Centennial Lodge #4
Masonry is the world’s oldest and largest fraternity for men. Although the details of Masonry’s beginnings are lost, it is certain that in 1717, four lodges met in a London coffeehouse and formed the first association of lodges known as a Grand Lodge.
Masonry entered this country early in our history. Benjamin Franklin, an active Mason, printed the first Masonic book published in the United States and George Washington and other American leaders were also active Masons. As Masons moved across the continent, they brought Masonry with them. Freemasonry is the oldest and largest world wide fraternity dedicated to the Brotherhood of Man under the Fatherhood of a Supreme Being. Although of a religious nature, Freemasonry is not a religion. It urges its members, however, to be faithful and devoted to their own religious beliefs. The organization of Freemasonry is based on a system of state-based Grand Lodges, each sovereign within its own jurisdiction. There is no central authority governing all Grand Lodges, however to be acknowledged by others, acceptable traditions, standards and practices must be maintained.
Our traditions can be traced directly to the associations of operative stonemasons. Builders of the Middle Ages, like all other workmen, were organized into societies known as guilds. The builder guilds were usually more important than others, because their work was more difficult and required a high degree of skill and intelligence; such among them who had a hand in the erection of the great cathedrals possessed among their membership the outstanding geniuses of the times. The art of building was, according to the customs of the time, held as a trade secret, therefore the young men entering a guild of builders were solemnly obligated to divulge no secrets of the craft. Because the work was difficult, these young men were given a long course of education under the direction of a Master Mason. The members in these guilds were known as "free" masons; men of outstanding character and high ideals who built the cathedrals, abbeys, and castles of the Middle Ages, and as such, were allowed to freely travel abroad for the purpose of building the great structures wherever the work demanded, while those trade laborers considered of average skill were tasked with constructing shacks and other menial structures and were forbidden to leave the confines of their territory.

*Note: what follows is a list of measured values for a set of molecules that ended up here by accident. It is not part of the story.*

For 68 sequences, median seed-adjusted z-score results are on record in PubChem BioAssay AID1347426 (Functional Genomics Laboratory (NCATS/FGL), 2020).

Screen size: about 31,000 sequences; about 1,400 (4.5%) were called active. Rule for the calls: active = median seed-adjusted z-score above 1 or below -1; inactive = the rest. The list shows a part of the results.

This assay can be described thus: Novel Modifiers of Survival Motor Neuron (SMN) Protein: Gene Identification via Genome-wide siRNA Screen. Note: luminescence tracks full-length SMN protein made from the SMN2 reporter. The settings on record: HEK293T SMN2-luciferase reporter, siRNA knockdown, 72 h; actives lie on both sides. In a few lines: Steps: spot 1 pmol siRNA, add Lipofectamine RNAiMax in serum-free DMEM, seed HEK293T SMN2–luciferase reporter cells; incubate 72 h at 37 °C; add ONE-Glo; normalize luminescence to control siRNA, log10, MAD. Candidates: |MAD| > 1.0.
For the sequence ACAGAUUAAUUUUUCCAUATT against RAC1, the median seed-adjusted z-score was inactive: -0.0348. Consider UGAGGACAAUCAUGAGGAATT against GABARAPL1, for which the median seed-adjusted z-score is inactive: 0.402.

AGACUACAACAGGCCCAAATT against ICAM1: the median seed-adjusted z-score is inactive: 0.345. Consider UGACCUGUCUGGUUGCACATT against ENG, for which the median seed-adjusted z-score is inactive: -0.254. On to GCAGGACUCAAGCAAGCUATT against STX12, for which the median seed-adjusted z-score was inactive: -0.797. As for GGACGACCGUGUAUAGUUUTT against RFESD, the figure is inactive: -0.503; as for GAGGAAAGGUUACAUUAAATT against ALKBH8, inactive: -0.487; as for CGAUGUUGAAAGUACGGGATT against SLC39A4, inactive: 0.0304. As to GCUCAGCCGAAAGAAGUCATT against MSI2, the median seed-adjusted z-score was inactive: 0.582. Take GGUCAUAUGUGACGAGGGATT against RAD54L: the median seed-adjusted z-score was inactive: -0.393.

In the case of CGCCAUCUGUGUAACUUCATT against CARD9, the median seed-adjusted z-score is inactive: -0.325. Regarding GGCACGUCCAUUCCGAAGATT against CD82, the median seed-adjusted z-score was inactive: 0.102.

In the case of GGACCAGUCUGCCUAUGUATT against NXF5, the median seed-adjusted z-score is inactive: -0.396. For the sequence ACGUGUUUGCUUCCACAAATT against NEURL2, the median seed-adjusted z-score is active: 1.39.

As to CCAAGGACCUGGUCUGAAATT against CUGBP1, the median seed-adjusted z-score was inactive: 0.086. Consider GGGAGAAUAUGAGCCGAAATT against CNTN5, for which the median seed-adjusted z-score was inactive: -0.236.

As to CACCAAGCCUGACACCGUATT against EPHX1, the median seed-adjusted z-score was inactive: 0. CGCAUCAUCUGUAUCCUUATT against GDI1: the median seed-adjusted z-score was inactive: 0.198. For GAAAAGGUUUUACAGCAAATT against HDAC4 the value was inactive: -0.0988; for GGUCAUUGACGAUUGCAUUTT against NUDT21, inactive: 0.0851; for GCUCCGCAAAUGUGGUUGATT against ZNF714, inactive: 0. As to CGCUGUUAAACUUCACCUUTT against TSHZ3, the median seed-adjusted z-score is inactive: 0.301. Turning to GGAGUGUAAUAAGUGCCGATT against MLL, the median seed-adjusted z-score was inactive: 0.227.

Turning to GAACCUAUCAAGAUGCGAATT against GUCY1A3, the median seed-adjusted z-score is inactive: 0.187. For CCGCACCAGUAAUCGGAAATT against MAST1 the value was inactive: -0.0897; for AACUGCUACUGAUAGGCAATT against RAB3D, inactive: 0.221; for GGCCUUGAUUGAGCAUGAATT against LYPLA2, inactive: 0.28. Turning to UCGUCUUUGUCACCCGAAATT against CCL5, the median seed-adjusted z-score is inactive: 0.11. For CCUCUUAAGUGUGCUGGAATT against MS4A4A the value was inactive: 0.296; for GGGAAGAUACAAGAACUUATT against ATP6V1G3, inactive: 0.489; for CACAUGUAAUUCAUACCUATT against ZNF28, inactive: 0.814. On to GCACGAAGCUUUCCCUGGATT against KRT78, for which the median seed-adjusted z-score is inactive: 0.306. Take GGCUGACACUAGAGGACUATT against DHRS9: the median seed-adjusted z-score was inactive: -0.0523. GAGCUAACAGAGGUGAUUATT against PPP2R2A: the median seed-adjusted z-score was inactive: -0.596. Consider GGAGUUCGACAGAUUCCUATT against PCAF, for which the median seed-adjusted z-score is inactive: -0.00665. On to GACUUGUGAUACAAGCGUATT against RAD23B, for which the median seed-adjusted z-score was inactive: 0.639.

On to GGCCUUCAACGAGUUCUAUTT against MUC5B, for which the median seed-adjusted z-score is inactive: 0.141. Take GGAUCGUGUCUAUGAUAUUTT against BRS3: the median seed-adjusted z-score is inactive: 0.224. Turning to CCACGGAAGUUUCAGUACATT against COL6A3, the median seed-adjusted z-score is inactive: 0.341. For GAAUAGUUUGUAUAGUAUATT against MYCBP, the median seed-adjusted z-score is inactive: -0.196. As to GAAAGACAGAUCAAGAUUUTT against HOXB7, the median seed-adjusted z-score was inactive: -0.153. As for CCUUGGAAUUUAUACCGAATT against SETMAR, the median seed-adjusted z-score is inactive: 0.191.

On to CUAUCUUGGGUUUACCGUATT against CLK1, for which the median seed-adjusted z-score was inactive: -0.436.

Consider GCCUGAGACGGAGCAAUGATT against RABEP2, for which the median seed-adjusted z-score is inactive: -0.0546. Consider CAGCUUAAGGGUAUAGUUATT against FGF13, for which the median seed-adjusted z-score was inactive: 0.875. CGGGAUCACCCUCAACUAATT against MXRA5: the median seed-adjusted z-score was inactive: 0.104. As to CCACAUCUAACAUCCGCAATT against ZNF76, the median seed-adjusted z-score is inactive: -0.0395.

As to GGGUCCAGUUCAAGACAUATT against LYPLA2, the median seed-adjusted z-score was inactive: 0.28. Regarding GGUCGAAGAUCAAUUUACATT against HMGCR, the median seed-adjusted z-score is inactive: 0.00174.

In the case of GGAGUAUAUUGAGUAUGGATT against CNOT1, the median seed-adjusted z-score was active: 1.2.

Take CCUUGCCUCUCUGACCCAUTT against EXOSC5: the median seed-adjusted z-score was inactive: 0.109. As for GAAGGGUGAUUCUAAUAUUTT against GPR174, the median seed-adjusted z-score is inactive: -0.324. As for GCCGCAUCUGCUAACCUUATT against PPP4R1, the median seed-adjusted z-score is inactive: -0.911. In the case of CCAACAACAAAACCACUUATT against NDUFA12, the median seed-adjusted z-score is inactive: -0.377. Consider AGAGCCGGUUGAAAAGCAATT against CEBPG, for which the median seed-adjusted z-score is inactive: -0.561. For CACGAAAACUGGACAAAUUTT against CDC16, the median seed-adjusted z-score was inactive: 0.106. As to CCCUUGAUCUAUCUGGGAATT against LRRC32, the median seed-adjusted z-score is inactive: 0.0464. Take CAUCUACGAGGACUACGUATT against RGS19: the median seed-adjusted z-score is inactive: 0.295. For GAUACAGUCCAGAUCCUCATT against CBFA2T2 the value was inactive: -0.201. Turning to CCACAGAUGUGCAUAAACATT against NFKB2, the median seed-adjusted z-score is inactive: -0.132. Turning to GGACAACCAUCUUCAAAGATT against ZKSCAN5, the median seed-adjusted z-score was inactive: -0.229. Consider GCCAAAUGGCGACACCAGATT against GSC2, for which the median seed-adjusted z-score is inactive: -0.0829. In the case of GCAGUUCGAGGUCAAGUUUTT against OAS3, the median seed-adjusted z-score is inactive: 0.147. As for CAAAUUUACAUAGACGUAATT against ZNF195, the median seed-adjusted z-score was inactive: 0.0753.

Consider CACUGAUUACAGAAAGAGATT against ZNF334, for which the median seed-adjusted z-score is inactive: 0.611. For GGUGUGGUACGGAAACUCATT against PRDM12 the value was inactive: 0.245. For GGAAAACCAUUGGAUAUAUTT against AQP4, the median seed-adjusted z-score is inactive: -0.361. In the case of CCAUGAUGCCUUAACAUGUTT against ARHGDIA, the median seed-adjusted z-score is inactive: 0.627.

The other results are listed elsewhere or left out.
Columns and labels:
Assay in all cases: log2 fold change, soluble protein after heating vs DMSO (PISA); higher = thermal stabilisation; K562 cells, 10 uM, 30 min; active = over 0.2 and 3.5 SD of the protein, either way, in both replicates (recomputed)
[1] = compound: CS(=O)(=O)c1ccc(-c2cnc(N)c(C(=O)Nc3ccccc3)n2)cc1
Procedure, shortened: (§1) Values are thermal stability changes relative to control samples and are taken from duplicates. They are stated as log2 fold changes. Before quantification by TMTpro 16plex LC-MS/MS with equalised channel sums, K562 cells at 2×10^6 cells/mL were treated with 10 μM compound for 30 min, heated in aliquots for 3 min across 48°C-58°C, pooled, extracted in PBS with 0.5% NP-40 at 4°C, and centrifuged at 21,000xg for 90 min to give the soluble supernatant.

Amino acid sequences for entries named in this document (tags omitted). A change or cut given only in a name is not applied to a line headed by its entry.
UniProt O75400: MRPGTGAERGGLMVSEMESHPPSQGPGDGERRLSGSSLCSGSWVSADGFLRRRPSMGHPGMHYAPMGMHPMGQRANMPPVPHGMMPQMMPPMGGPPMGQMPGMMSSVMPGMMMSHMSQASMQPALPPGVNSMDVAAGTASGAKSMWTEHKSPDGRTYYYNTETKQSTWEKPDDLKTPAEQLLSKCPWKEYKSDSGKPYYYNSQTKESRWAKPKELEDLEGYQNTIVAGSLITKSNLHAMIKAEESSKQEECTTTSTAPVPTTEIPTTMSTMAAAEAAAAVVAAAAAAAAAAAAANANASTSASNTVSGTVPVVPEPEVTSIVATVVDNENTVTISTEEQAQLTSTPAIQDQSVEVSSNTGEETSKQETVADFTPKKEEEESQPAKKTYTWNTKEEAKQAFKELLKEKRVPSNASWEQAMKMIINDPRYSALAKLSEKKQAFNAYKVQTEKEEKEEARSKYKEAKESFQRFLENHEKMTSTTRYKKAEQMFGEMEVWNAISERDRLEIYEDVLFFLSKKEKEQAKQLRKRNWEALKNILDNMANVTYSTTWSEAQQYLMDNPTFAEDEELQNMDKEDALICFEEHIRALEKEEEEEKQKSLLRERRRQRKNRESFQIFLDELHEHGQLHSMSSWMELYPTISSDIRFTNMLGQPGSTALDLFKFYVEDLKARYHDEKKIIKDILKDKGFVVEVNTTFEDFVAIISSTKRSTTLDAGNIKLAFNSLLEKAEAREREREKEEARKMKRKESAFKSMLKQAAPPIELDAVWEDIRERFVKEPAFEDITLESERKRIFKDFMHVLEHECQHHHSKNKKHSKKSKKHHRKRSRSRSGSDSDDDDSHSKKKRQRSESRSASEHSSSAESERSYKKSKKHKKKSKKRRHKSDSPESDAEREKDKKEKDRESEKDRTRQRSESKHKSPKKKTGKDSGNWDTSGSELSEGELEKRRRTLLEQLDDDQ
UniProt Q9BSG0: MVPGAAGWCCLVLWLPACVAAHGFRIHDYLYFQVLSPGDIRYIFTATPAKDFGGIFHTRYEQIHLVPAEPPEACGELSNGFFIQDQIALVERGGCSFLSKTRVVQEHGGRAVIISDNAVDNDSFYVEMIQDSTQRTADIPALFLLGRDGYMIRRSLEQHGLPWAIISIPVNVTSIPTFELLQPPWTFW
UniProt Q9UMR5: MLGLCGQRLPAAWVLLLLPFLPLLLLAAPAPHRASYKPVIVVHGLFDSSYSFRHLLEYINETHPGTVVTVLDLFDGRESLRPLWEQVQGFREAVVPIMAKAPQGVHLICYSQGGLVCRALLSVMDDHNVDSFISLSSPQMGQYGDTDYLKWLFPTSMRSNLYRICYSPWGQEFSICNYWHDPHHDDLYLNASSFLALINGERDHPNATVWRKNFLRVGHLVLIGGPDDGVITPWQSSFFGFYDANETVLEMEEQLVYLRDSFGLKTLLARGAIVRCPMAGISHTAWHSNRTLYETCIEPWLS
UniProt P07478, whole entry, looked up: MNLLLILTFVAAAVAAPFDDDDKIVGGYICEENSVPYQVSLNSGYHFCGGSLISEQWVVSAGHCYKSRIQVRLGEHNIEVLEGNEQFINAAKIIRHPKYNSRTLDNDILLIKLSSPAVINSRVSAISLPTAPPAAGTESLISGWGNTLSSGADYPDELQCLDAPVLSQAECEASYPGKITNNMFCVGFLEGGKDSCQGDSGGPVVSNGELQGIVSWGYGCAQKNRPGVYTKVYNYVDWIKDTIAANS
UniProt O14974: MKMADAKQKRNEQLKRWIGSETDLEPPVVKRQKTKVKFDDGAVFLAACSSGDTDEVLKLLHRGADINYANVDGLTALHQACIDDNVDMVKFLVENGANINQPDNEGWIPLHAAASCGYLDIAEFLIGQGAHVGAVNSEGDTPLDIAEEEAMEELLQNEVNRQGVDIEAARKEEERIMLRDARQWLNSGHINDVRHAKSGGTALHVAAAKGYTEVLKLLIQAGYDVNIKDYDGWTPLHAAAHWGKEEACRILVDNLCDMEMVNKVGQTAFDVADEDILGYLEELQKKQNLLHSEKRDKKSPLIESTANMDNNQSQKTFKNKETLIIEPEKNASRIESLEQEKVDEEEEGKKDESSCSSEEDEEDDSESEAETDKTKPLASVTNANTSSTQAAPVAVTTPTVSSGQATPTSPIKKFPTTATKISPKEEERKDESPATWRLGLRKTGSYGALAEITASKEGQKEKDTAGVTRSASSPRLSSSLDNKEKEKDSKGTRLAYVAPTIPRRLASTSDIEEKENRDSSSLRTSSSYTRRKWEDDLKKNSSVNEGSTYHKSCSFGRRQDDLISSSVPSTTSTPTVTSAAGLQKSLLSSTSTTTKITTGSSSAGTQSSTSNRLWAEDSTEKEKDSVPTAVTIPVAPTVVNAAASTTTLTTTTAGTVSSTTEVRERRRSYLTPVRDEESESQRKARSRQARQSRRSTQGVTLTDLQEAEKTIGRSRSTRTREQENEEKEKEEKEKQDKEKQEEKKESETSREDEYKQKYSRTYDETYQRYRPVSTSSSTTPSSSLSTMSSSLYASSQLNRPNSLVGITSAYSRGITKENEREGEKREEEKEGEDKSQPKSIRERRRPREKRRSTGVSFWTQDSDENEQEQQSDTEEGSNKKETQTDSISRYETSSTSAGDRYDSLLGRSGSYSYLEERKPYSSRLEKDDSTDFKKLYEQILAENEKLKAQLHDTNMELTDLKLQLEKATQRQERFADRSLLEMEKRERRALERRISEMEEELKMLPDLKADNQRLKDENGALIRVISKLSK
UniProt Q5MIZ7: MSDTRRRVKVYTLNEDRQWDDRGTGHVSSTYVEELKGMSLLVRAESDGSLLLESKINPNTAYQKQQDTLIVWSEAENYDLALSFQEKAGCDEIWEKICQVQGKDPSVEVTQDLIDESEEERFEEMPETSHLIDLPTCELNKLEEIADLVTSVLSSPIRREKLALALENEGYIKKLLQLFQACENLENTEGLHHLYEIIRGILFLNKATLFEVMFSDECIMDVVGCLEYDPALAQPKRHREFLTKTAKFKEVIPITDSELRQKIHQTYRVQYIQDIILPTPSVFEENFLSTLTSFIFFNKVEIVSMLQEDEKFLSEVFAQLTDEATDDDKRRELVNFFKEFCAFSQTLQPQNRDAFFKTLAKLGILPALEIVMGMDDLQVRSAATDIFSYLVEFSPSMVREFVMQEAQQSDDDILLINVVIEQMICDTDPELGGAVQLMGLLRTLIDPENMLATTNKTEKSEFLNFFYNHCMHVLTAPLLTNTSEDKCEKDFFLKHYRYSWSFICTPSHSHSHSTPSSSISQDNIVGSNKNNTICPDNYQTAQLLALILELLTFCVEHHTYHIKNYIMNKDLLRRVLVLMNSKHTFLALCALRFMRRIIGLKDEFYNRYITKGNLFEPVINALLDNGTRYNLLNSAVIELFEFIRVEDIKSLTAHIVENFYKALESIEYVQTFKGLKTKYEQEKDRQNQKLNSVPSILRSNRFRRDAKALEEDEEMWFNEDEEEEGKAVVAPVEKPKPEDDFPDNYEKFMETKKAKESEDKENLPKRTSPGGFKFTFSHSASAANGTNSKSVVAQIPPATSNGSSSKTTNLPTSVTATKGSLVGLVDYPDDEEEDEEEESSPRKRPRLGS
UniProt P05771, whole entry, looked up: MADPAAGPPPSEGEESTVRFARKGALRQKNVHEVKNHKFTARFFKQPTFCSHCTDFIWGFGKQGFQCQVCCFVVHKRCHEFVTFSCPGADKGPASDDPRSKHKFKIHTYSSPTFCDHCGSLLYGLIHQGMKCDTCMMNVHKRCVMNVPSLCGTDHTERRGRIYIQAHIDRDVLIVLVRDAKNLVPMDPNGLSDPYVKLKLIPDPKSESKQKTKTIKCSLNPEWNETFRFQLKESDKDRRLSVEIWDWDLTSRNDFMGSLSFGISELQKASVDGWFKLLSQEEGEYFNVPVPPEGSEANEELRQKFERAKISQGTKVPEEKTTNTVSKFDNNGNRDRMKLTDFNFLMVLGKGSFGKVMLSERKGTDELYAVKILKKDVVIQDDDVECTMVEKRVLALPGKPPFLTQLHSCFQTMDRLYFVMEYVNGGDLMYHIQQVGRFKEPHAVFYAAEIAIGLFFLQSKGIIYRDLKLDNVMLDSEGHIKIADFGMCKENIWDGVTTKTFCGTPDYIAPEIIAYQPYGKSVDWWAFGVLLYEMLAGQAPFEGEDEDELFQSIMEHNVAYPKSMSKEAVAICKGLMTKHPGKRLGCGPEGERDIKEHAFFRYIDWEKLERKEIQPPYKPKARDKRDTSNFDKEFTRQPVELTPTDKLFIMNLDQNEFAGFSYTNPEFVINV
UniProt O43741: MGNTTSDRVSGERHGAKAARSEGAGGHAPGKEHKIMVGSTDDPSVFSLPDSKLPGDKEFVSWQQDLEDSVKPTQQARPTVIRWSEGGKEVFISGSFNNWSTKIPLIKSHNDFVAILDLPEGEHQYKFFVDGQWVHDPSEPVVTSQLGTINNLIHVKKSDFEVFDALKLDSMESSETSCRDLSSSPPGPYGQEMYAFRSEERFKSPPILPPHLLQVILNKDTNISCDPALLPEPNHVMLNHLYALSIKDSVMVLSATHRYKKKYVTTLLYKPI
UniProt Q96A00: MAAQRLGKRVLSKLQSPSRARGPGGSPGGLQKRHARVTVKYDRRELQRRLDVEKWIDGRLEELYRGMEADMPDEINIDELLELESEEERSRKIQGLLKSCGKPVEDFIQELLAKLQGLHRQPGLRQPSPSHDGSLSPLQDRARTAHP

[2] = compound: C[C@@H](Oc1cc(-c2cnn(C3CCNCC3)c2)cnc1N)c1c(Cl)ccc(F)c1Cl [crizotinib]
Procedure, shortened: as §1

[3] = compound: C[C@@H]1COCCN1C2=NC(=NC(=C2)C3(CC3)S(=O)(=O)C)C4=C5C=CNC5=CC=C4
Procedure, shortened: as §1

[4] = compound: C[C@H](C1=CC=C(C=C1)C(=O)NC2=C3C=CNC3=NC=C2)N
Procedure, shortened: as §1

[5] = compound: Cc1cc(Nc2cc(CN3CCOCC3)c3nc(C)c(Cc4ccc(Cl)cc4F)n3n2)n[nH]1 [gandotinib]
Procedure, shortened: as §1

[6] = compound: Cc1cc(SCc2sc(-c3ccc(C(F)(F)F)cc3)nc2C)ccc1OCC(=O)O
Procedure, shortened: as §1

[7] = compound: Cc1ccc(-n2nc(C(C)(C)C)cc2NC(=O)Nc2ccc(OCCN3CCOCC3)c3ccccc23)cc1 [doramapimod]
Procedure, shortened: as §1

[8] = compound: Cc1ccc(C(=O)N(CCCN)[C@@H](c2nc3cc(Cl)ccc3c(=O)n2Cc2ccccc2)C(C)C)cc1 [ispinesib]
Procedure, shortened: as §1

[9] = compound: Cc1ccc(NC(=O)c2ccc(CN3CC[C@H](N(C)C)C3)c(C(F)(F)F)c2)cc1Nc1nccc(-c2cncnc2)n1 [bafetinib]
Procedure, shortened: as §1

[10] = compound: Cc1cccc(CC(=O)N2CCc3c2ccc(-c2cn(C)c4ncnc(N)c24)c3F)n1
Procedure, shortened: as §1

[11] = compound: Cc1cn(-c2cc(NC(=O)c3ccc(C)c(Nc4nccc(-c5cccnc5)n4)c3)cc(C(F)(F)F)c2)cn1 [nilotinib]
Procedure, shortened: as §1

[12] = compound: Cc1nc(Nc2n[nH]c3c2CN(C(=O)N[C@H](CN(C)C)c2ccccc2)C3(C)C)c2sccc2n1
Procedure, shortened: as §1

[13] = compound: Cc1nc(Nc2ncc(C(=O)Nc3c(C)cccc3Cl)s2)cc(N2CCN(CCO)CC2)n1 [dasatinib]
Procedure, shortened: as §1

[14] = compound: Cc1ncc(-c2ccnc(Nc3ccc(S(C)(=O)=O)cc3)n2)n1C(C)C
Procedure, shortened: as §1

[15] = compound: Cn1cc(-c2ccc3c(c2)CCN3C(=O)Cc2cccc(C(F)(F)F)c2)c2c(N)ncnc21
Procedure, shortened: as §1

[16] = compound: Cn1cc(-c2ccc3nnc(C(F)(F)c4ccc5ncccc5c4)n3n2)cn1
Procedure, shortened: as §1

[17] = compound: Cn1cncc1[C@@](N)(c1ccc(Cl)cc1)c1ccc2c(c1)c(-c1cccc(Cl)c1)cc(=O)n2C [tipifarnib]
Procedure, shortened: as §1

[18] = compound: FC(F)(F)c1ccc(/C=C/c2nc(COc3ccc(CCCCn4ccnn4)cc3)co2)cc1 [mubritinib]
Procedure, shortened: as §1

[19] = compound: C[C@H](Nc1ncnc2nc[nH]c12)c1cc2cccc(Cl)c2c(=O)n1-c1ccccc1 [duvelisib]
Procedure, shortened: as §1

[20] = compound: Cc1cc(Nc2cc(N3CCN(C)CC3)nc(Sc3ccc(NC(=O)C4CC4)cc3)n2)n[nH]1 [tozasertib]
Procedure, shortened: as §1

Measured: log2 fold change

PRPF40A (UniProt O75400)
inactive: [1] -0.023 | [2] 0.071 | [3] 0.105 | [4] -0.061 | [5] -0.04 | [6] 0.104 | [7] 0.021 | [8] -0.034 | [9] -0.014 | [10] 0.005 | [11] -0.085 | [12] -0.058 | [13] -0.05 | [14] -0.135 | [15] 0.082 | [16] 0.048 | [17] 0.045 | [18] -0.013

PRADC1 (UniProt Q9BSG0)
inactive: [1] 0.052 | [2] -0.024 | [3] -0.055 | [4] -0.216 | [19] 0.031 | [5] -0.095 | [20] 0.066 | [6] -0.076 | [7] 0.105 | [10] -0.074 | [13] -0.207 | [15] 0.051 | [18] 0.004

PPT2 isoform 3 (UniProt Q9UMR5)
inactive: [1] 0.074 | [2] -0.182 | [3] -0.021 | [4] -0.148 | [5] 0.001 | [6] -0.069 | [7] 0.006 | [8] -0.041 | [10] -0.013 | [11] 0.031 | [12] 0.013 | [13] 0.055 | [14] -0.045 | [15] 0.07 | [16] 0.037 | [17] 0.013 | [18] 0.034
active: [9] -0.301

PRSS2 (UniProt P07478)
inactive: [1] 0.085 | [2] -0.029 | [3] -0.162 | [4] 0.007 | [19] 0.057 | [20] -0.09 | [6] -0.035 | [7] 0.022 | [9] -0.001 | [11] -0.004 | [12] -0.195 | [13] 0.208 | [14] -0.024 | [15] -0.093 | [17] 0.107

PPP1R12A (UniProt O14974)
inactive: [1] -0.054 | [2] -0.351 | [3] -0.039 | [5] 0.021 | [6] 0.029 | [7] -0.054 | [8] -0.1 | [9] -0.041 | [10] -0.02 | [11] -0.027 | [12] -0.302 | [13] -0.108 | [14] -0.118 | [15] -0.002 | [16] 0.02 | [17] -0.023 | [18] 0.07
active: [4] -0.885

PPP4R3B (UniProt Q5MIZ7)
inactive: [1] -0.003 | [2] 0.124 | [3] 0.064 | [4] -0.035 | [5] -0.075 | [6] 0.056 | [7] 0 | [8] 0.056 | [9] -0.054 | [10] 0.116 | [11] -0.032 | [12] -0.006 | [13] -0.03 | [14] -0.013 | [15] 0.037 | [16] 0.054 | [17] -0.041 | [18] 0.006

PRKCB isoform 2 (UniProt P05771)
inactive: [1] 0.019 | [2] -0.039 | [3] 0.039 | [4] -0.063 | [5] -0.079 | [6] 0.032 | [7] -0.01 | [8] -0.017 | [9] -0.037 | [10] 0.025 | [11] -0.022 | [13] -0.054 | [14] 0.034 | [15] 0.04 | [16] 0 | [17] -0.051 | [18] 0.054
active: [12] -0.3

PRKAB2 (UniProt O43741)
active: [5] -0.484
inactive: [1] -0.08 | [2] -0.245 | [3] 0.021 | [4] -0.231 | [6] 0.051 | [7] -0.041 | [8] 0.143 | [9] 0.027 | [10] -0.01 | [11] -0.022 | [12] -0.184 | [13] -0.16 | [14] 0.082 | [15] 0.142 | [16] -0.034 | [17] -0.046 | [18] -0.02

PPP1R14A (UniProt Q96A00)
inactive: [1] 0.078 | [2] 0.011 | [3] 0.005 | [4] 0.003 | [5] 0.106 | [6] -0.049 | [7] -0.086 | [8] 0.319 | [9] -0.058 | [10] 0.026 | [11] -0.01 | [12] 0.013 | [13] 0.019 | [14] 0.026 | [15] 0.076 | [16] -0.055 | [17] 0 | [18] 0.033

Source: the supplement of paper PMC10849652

With the decline of cathedral building in the 17th Century, many guilds of stonemasons, called “Operative” masons, started to accept into their membership those who were not members of the masons’ craft and called them “Speculative” or “Accepted” masons. It was in these groups, called lodges, comprised mainly of “Accepted” masons that Freemasonry, as we know it today, had its beginning. In 1717, four such lodges, which had been meeting regularly in the 'Goose and Gridiron' Tavern in London, England, united to form the first Grand Lodge, known as the Premier Grand Lodge of England, under the direction of a Grand Master. From that first Grand Lodge, Freemasonry started to spread. The Grand Lodge of Ireland was established in 1725 and the Grand Lodge of Scotland followed in 1736. The three "Home Grand Lodges" began to parent the course of Freemasonry around the world but by 1751, a another rival Grand Lodge was formed in London, known as the Ancient Grand Lodge of England, who believed that the Premier Grand Lodge had made modifications to the ancient customs of the Order, and referred to them as "Moderns" and themselves as "Ancients". Grand Lodges that were born of the Premier Grand Lodge are titled "Free and Accepted"(F. & A.M.), and those that were born out the the Ancient Grand Lodge are titled "Ancient Free and Accepted"(A.F. & A.M.). For more than 60 years, the two Grand Lodges existed side by side, although in opposition to one another, until on December 27th, 1813, after four years of negotiations, the two Grand Lodges united to form the United Grand Lodge of England(UGLE); a union which led a standardization of Masonic practices by what is often referred to as the "Mother" Grand Lodge for recognized Masonry in the United States and other countries.
The doors of Freemasonry are open to men who seek harmony with their fellow man, feel the need for self-improvement and wish to participate in making this world a better place to live. Any man who becomes a Mason is taught a pattern for living – reverence, morality, kindness, honesty, dependability and compassion. He must be prepared to honor his country, uphold its laws and respect those in authority. He must be prepared to maintain honorable relationships with others and be willing to share in Masonic activities. Freemasonry is a way of life.